Scientists create memory extension for the human brain

If you thought Matrix was unreal, think again. Remember when Neo learned Jiu-Jitsu in seconds? Well it seems that it's not that far from possible. Men of science have discovered a chip that allows lab rats to instantly acquire new information.

Applying an electronic scheme that duplicates the neuronic signals linked with memory, they coped to duplicate the brain function in rats affiliated with long-term learned behavior, even when the rats had been narcotized to forget.

"Flip the switch on, and the rats remember. Flip it off, and the rats forget," said Theodore Berger of the USC Viterbi School of Engineering's Department of Biomedical Engineering.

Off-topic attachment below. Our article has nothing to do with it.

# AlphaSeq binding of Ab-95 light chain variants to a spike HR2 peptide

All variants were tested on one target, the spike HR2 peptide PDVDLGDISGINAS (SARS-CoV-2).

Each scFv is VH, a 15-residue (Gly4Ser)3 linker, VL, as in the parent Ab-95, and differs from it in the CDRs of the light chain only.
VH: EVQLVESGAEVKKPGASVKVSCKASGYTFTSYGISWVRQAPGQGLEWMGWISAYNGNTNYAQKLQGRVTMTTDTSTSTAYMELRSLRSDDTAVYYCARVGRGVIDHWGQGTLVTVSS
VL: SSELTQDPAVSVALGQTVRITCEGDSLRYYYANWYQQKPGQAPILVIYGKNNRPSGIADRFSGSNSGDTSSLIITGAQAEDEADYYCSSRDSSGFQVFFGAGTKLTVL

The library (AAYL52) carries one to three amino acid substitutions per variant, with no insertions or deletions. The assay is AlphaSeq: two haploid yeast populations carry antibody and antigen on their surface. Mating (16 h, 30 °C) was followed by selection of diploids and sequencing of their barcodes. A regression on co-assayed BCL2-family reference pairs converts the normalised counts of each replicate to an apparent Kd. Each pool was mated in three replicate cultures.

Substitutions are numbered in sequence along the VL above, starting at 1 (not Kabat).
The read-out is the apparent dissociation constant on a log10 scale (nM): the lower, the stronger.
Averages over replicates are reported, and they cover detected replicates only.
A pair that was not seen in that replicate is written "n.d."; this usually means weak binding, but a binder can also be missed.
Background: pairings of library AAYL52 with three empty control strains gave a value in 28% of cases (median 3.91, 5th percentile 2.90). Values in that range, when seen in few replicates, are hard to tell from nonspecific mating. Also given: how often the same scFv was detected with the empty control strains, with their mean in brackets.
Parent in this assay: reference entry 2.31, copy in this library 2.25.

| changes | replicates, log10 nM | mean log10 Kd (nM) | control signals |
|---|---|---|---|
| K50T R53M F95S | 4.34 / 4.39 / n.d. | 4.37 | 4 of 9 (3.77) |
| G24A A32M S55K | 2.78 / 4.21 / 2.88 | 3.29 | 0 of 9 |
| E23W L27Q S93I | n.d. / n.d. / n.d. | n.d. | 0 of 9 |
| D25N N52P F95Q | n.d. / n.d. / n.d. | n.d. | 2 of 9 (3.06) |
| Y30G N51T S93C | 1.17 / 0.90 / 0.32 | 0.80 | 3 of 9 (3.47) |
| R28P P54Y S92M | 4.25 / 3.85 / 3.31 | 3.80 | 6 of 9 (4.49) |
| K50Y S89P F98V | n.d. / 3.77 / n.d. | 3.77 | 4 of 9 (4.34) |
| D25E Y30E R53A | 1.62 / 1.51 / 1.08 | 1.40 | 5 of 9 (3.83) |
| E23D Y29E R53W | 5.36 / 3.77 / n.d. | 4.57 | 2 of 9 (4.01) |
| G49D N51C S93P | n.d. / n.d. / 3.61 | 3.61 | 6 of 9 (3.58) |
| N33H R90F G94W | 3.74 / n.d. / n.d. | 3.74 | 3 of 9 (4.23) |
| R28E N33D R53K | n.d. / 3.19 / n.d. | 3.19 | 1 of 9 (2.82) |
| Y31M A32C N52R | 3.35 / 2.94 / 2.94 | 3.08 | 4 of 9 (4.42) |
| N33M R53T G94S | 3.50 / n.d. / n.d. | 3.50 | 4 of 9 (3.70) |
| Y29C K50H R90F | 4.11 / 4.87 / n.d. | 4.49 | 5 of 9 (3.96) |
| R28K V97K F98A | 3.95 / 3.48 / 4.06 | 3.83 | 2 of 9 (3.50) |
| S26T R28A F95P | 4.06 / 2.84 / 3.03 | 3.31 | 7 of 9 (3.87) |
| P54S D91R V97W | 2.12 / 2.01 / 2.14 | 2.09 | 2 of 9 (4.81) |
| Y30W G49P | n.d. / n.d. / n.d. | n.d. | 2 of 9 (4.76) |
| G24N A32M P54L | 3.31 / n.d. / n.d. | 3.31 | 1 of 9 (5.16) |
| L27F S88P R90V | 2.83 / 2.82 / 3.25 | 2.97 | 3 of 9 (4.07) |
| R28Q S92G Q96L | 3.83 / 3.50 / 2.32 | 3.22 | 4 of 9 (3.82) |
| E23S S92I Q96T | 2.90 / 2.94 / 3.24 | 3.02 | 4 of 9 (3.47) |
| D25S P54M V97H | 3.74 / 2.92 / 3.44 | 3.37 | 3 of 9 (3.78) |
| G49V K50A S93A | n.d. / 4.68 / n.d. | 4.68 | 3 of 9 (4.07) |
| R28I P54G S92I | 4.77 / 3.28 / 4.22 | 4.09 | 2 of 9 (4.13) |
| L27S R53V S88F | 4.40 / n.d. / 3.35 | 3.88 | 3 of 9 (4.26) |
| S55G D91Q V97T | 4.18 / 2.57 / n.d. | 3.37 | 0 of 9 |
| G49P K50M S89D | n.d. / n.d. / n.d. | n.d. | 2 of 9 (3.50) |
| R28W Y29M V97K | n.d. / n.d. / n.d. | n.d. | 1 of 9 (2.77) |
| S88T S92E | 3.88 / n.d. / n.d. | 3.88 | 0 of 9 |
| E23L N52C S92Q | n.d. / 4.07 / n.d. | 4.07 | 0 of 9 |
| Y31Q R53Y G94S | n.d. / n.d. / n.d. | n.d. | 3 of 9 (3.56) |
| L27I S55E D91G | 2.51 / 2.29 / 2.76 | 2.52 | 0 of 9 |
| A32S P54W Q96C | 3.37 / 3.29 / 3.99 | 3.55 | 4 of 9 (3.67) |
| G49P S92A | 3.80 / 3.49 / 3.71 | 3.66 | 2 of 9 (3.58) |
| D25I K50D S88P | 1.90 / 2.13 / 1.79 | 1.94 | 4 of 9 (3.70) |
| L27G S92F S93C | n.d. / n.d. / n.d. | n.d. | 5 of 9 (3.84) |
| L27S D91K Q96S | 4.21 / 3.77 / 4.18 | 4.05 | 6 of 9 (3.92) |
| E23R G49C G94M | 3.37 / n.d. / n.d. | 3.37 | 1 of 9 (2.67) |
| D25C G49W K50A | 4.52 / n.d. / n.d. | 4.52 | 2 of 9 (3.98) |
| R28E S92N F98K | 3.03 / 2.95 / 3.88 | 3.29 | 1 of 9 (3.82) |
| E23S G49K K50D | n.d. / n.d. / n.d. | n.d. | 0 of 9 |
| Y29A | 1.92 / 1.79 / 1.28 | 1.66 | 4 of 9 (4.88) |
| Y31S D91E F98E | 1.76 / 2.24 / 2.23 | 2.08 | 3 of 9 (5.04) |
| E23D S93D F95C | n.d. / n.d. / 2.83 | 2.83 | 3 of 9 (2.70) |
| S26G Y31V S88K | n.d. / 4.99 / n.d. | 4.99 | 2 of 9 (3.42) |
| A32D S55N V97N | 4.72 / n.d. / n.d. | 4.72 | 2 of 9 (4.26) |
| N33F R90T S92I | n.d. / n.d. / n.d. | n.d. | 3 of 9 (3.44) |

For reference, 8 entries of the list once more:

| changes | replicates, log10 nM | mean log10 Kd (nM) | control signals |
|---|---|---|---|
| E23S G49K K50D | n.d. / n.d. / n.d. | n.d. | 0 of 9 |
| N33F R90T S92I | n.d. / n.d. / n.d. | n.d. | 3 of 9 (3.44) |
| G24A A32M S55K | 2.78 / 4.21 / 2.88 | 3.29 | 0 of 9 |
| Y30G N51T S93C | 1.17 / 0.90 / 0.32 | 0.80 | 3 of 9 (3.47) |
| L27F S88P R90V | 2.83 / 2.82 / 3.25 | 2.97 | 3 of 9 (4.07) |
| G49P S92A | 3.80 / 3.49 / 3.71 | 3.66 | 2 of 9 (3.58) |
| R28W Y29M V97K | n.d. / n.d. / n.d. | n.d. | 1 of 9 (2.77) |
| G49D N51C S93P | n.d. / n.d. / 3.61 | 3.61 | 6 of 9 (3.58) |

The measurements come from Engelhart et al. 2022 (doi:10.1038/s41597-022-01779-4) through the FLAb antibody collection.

In a striking presentation, the experimenters froze the normal neural interactions between the two fields using pharmacological factors. The antecedently trained rats were no longer able to exhibit the long-term learned demeanor.

"The rats still showed that they knew 'when you press left first, then press right next time, and vice-versa,'" Berger said. "And they still knew in general to press levers for water, but they could only remember whether they had pressed left or right for 5-10 seconds."

This discovery could lead to devices that could help people affected with Alzheimer's disease, stroke or brain injuries. The next logical step for the research team is to reproduce the same results in monkeys.